10. Fox CJ, Gillespie DL, Cox ED, et al. Damage control resuscitation for vascular surgery in a combat support hospital. J Trauma 2008; 65:1.
  11. Taller J, Kamdar JP, Greene JA, et al. Temporary vascular shunts as initial treatment of proximal extremity vascular injuries during combat operations: the new standard of care at Echelon II facilities? J Trauma 2008; 65:595.
  12. Hancock HM, Stannard A, Burkhardt GE, et al. Hemorrhagic shock worsens neuromuscular recovery in a porcine model of hind limb vascular injury and ischemia-reperfusion. J Vasc Surg 2011; 53:1052.
  13. Melvin JS, Dombroski DG, Torbert JT, et al. Open tibial shaft fractures: I. Evaluation and initial wound management. J Am Acad Orthop Surg 2010; 18:10.
  14. Hassinger SM, Harding G, Wongworawat MD. High-pressure pulsatile lavage propagates bacteria into soft tissue. Clin Orthop Relat Res 2005; 439:27.
  15. Boyd JI 3rd, Wongworawat MD. High-pressure pulsatile lavage causes soft tissue damage. Clin Orthop Relat Res 2004; :13.
  16. Polzin B, Ellis T, Dirschl DR. Effects of varying pulsatile lavage pressure on cancellous bone structure and fracture healing. J Orthop Trauma 2006; 20:261.
  17. FLOW Investigators, Bhandari M, Jeray KJ, et al. A Trial of Wound Irrigation in the Initial Management of Open Fracture Wounds. N Engl J Med 2015; 373:2629.
  18. FLOW Investigators, Petrisor B, Sun X, et al. Fluid lavage of open wounds (FLOW): a multicenter, blinded, factorial pilot trial comparing alternative irrigating solutions and pressures in patients with open fractures. J Trauma 2011; 71:596.
  19. Possley DR, Burns TC, Stinner DJ, et al. Temporary external fixation is safe in a combat environment. J Trauma 2010; 69 Suppl 1:S135.
  20. McHenry TP, Holcomb JB, Aoki N, Lindsey RW. Fractures with major vascular injuries from gunshot wounds: implications of surgical sequence. J Trauma 2002; 53:717.
  21. Moehring HD, Gravel C, Chapman MW, Olson SA. Comparison of antibiotic beads and intravenous antibiotics in open fractures. Clin Orthop Relat Res 2000; :254.
  22. Bhandari M, Zlowodzki M, Tornetta P 3rd, et al. Intramedullary nailing following external fixation in femoral and tibial shaft fractures. J Orthop Trauma 2005; 19:140.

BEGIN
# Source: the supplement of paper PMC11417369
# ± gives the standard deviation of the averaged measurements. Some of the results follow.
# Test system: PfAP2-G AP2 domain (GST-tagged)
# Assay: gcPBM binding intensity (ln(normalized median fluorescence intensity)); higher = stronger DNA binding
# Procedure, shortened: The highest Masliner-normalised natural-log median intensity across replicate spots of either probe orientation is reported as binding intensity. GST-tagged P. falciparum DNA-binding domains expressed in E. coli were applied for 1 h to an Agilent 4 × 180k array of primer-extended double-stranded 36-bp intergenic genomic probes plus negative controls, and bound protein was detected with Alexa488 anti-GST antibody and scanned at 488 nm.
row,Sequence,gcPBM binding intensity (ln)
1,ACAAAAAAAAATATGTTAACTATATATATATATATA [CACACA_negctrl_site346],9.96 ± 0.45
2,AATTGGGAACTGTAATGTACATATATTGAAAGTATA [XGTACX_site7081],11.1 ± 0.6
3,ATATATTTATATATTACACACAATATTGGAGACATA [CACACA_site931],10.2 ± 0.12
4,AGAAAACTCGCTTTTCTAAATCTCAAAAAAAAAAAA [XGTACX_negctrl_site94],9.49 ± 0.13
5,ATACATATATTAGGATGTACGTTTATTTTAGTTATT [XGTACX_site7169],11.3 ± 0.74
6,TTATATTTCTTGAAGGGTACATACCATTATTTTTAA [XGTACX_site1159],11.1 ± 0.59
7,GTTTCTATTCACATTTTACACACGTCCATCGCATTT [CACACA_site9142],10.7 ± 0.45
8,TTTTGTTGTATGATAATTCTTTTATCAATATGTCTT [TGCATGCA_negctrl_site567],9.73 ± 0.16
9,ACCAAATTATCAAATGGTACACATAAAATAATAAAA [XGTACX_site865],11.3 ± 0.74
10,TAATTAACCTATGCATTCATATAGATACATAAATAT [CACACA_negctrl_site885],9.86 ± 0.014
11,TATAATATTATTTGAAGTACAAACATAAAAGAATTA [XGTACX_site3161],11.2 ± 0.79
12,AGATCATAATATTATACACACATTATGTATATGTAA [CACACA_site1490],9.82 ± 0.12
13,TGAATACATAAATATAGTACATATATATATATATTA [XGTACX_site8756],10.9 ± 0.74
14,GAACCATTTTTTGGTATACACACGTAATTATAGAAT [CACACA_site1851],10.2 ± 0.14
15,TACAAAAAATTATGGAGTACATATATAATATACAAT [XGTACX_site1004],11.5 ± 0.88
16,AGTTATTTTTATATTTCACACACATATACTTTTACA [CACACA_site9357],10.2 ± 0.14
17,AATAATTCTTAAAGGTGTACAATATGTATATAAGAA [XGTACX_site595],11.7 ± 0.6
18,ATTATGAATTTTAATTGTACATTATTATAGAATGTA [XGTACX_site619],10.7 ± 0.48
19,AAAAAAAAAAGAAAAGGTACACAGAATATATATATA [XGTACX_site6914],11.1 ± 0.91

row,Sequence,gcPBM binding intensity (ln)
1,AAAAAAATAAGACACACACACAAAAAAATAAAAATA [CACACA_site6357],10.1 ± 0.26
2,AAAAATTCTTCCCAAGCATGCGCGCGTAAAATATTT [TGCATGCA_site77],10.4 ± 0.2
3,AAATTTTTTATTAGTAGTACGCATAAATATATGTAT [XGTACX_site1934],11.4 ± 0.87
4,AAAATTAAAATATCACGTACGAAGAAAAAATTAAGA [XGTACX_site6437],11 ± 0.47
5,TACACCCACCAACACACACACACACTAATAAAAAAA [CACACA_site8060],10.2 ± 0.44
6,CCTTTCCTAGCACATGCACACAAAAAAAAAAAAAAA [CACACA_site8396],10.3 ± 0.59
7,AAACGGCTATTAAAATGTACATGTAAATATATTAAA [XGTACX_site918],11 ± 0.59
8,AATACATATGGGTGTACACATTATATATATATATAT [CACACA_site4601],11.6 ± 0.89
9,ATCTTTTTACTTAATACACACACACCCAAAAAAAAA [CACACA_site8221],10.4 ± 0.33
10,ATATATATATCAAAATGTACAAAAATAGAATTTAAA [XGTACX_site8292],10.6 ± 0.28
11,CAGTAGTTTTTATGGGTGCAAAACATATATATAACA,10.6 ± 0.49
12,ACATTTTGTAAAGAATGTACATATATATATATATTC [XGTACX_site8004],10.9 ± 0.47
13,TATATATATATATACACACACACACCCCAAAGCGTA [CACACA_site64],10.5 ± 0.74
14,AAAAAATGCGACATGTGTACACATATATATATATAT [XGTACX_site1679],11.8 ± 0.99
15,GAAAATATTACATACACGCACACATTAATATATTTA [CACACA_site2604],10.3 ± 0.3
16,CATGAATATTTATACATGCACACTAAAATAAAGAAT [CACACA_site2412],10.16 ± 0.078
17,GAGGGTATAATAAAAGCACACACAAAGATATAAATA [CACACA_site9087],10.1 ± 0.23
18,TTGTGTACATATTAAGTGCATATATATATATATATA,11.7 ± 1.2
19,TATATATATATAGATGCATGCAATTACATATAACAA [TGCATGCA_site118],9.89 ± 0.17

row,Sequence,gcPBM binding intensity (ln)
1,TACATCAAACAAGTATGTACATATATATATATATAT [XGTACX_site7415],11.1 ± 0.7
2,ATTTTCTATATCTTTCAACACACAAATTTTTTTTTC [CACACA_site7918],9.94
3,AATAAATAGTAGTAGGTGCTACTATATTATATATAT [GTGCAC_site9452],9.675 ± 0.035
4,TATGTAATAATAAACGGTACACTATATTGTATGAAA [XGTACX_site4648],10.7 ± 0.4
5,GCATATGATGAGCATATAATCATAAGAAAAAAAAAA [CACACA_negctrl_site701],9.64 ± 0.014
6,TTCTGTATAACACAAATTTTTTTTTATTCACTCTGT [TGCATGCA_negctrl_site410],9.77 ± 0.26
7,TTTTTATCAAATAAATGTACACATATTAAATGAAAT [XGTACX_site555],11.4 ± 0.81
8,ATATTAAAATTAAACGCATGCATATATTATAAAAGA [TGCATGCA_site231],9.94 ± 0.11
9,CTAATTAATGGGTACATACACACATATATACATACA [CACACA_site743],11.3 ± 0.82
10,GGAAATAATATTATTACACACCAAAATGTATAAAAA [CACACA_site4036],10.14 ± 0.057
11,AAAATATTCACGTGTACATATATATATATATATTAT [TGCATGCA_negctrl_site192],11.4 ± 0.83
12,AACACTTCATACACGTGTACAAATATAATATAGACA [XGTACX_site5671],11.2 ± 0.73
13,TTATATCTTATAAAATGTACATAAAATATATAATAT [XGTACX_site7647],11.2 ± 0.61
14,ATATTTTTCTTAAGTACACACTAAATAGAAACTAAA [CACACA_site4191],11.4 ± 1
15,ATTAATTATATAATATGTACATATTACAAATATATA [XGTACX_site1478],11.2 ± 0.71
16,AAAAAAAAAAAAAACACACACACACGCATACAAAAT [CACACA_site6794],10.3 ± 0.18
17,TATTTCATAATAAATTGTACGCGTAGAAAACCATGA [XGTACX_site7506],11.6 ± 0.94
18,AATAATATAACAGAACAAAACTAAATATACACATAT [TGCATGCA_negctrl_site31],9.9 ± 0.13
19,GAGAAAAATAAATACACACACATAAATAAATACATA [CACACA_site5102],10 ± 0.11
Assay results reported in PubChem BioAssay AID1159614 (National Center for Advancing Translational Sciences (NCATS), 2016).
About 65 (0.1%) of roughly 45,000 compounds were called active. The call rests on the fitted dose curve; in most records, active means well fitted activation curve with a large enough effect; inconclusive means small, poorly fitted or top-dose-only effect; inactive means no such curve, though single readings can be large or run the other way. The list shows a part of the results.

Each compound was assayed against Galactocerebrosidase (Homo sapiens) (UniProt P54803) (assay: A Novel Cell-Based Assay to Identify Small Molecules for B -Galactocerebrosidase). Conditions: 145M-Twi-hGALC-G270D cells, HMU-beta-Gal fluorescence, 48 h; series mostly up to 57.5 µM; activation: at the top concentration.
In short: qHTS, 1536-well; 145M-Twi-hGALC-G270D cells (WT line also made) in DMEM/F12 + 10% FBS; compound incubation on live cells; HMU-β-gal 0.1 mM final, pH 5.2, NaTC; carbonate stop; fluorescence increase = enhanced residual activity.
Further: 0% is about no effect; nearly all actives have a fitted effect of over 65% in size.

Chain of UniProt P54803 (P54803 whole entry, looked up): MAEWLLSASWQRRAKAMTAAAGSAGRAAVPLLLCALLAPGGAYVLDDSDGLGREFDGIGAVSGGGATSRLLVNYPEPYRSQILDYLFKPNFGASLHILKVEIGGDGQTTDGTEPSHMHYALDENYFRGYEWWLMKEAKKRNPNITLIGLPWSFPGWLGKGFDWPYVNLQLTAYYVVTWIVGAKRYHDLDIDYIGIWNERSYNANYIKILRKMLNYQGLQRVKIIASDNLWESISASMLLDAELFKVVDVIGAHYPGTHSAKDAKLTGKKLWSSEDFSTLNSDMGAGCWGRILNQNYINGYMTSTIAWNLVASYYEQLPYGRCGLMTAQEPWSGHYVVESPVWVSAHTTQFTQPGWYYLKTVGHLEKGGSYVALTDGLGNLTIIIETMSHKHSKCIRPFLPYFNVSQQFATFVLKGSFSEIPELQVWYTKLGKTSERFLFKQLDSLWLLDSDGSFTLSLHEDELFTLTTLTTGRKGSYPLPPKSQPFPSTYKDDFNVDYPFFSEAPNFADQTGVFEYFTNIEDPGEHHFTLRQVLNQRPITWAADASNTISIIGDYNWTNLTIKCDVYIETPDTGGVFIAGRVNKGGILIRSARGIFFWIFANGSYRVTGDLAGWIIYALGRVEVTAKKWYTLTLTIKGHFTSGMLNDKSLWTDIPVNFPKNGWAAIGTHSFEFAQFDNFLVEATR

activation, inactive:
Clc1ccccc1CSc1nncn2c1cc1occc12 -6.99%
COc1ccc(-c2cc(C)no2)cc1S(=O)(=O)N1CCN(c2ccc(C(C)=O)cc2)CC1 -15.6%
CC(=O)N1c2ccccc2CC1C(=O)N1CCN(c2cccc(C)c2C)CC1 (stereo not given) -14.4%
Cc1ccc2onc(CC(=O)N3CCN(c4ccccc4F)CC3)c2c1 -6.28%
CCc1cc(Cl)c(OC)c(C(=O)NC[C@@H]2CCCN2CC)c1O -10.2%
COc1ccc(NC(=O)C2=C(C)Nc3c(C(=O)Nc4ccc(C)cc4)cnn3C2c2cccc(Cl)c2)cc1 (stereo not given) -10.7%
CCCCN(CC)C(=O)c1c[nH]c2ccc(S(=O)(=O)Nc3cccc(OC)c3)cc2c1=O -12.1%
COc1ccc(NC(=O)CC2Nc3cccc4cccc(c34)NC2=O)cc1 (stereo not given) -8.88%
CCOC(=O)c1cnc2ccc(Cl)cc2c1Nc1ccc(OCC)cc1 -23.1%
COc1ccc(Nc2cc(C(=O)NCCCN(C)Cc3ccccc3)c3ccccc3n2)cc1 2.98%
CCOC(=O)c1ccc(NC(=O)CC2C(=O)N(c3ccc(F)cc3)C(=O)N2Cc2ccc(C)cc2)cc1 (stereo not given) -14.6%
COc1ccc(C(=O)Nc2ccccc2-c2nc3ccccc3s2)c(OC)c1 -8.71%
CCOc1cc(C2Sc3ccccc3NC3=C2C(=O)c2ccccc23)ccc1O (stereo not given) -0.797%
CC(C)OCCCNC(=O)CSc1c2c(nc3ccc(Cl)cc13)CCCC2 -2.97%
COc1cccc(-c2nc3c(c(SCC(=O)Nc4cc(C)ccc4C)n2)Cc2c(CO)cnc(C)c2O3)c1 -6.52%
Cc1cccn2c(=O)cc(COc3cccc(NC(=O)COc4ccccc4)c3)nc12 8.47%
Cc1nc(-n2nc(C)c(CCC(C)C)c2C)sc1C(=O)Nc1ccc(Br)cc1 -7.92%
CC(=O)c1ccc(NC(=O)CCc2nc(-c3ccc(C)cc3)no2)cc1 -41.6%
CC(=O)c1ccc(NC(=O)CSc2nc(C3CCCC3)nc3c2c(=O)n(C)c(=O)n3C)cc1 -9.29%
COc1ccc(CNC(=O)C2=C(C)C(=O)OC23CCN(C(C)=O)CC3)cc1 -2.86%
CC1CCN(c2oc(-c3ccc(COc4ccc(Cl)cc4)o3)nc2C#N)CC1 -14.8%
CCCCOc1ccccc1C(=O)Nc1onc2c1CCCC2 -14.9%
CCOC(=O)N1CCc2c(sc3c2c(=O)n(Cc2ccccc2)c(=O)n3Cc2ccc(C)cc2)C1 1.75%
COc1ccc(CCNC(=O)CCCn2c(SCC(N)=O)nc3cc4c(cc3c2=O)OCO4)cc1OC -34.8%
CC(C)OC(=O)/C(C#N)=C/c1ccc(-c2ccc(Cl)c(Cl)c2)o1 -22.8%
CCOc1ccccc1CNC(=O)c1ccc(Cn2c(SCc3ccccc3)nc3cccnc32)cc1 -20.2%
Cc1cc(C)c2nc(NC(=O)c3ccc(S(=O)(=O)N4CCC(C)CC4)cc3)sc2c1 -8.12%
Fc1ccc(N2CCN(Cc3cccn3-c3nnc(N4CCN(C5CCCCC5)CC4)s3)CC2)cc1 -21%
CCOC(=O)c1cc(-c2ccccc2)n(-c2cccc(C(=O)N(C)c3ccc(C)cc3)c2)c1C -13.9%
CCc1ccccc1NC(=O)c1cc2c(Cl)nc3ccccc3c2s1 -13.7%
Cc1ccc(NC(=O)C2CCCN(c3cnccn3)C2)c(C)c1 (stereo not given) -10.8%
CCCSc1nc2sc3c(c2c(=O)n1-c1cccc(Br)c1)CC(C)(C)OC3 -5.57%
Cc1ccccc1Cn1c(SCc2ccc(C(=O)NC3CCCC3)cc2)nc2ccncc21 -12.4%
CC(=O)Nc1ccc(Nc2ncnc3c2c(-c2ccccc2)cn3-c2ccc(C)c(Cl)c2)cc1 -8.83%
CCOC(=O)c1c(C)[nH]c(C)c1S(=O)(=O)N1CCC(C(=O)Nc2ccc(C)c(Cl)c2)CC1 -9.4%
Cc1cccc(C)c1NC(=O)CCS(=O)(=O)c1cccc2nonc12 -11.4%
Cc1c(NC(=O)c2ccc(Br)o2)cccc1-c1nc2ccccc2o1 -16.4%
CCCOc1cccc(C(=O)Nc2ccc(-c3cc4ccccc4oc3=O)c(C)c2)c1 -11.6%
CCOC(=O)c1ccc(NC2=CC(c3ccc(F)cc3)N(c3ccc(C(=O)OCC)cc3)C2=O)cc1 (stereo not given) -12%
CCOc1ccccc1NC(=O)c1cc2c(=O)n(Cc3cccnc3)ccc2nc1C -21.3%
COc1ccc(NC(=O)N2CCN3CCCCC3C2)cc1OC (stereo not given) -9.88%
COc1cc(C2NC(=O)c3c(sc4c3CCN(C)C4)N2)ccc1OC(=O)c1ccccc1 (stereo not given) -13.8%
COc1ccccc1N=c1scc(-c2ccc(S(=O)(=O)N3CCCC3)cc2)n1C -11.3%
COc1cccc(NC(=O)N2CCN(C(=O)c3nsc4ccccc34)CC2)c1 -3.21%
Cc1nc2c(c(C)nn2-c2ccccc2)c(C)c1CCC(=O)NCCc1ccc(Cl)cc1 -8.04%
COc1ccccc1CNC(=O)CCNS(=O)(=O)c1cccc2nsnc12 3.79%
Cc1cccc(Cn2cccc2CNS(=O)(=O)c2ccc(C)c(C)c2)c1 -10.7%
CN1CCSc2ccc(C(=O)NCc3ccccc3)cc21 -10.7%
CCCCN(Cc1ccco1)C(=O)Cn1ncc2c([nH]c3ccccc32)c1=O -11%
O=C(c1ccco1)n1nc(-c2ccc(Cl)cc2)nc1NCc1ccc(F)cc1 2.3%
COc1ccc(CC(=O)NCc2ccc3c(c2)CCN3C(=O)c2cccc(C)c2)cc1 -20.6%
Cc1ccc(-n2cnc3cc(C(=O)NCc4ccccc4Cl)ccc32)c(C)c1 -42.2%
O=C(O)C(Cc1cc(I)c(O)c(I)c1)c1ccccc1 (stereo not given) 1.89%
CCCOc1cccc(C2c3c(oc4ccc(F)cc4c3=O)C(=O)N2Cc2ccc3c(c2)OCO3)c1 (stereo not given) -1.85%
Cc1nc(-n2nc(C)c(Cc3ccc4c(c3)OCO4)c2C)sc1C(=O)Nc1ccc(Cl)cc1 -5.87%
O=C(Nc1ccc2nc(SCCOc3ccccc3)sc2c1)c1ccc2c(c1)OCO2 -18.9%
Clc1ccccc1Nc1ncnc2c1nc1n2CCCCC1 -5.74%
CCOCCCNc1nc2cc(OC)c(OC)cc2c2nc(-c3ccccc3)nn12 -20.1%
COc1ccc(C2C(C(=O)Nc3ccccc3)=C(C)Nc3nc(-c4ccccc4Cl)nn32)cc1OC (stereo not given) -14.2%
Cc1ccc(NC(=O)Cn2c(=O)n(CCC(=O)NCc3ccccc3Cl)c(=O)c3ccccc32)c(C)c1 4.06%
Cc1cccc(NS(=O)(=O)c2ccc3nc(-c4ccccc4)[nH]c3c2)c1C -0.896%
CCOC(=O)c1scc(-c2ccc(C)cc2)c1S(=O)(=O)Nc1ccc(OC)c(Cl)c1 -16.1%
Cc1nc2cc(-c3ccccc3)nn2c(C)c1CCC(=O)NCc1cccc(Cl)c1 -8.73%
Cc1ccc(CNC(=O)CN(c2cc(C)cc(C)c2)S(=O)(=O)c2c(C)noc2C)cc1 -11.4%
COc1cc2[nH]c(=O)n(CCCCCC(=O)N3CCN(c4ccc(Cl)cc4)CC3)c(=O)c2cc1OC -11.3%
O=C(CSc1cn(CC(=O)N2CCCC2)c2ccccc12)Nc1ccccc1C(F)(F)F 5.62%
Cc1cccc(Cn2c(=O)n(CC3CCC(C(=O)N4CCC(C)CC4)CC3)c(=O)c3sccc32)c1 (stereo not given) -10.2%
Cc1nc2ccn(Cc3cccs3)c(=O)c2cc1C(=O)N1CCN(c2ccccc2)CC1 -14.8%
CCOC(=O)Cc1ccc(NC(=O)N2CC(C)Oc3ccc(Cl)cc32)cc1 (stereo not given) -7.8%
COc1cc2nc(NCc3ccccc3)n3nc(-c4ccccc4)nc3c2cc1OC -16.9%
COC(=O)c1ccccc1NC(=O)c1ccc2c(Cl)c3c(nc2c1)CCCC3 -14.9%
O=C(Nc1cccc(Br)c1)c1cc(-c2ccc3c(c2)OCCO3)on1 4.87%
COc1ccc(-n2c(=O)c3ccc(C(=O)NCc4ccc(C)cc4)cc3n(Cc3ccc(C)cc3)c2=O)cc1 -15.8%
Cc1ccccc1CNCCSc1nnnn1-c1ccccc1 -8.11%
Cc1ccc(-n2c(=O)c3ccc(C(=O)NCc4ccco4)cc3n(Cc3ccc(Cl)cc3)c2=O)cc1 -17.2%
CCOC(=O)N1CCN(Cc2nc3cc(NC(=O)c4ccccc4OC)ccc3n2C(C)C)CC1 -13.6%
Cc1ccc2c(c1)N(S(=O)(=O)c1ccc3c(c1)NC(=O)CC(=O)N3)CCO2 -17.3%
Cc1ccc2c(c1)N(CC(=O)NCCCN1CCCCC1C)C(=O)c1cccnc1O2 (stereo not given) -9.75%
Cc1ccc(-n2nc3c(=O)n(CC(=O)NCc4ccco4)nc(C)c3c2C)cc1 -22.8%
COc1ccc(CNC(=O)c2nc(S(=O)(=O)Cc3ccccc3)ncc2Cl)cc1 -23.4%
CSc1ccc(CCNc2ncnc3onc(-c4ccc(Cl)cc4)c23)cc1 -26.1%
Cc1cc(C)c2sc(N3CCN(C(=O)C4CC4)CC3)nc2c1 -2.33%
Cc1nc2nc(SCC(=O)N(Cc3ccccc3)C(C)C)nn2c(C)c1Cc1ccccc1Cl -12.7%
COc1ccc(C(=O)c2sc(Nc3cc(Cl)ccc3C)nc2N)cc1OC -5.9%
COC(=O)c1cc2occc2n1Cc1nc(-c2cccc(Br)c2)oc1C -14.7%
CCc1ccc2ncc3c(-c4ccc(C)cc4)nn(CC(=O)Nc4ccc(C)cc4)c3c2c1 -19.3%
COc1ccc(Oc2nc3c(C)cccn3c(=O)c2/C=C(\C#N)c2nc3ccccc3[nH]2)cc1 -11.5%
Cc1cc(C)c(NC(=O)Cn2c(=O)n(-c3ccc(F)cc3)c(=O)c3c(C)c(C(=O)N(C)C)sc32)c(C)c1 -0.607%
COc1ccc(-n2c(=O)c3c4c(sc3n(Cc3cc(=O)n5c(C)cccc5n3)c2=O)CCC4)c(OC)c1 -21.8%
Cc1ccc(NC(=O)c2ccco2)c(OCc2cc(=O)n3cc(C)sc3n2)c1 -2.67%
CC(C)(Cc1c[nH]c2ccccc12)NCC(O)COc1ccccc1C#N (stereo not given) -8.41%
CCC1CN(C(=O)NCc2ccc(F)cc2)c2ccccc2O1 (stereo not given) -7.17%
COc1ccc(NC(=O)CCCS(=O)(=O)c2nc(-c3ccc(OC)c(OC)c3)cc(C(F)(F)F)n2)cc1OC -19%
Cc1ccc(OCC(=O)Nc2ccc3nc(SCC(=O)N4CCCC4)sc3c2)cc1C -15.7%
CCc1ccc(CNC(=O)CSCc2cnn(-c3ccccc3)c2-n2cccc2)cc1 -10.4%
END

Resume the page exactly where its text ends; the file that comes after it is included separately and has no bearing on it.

23. Melvin JS, Dombroski DG, Torbert JT, et al. Open tibial shaft fractures: II. Definitive management and limb salvage. J Am Acad Orthop Surg 2010; 18:108.
  24. Study to Prospectively Evaluate Reamed Intramedullary Nails in Patients with Tibial Fractures Investigators, Bhandari M, Guyatt G, et al. Randomized trial of reamed and unreamed intramedullary nailing of tibial shaft fractures. J Bone Joint Surg Am 2008; 90:2567.
  25. Williams MM, Askins V, Hinkes EW, Zych GA. Primary reamed intramedullary nailing of open femoral shaft fractures. Clin Orthop Relat Res 1995; :182.
  26. Brumback RJ, Ellison PS Jr, Poka A, et al. Intramedullary nailing of open fractures of the femoral shaft. J Bone Joint Surg Am 1989; 71:1324.
  27. Garrison KR, Shemilt I, Donell S, et al. Bone morphogenetic protein (BMP) for fracture healing in adults. Cochrane Database Syst Rev 2010; :CD006950.
  28. Rozbruch SR, Pugsley JS, Fragomen AT, Ilizarov S. Repair of tibial nonunions and bone defects with the Taylor Spatial Frame. J Orthop Trauma 2008; 22:88.
  29. Perkins ZB, Yet B, Glasgow S, et al. Meta-analysis of prognostic factors for amputation following surgical repair of lower extremity vascular trauma. Br J Surg 2015; 102:436.
  30. Burkhardt GE, Gifford SM, Propper B, et al. The impact of ischemic intervals on neuromuscular recovery in a porcine (Sus scrofa) survival model of extremity vascular injury. J Vasc Surg 2011; 53:165.
  31. Burkhardt GE, Cox M, Clouse WD, et al. Outcomes of selective tibial artery repair following combat-related extremity injury. J Vasc Surg 2010; 52:91.
  32. Watson JD, Houston R 4th, Morrison JJ, et al. A retrospective cohort comparison of expanded polytetrafluorethylene to autologous vein for vascular reconstruction in modern combat casualty care. Ann Vasc Surg 2015; 29:822.
  33. Vertrees A, Fox CJ, Quan RW, et al. The use of prosthetic grafts in complex military vascular trauma: a limb salvage strategy for patients with severely limited autologous conduit. J Trauma 2009; 66:980.
  34. Quan RW, Gillespie DL, Stuart RP, et al. The effect of vein repair on the risk of venous thromboembolic events: a review of more than 100 traumatic military venous injuries. J Vasc Surg 2008; 47:571.
  35. Clouse WD, Rasmussen TE, Peck MA, et al. In-theater management of vascular injury: 2 years of the Balad Vascular Registry. J Am Coll Surg 2007; 204:625.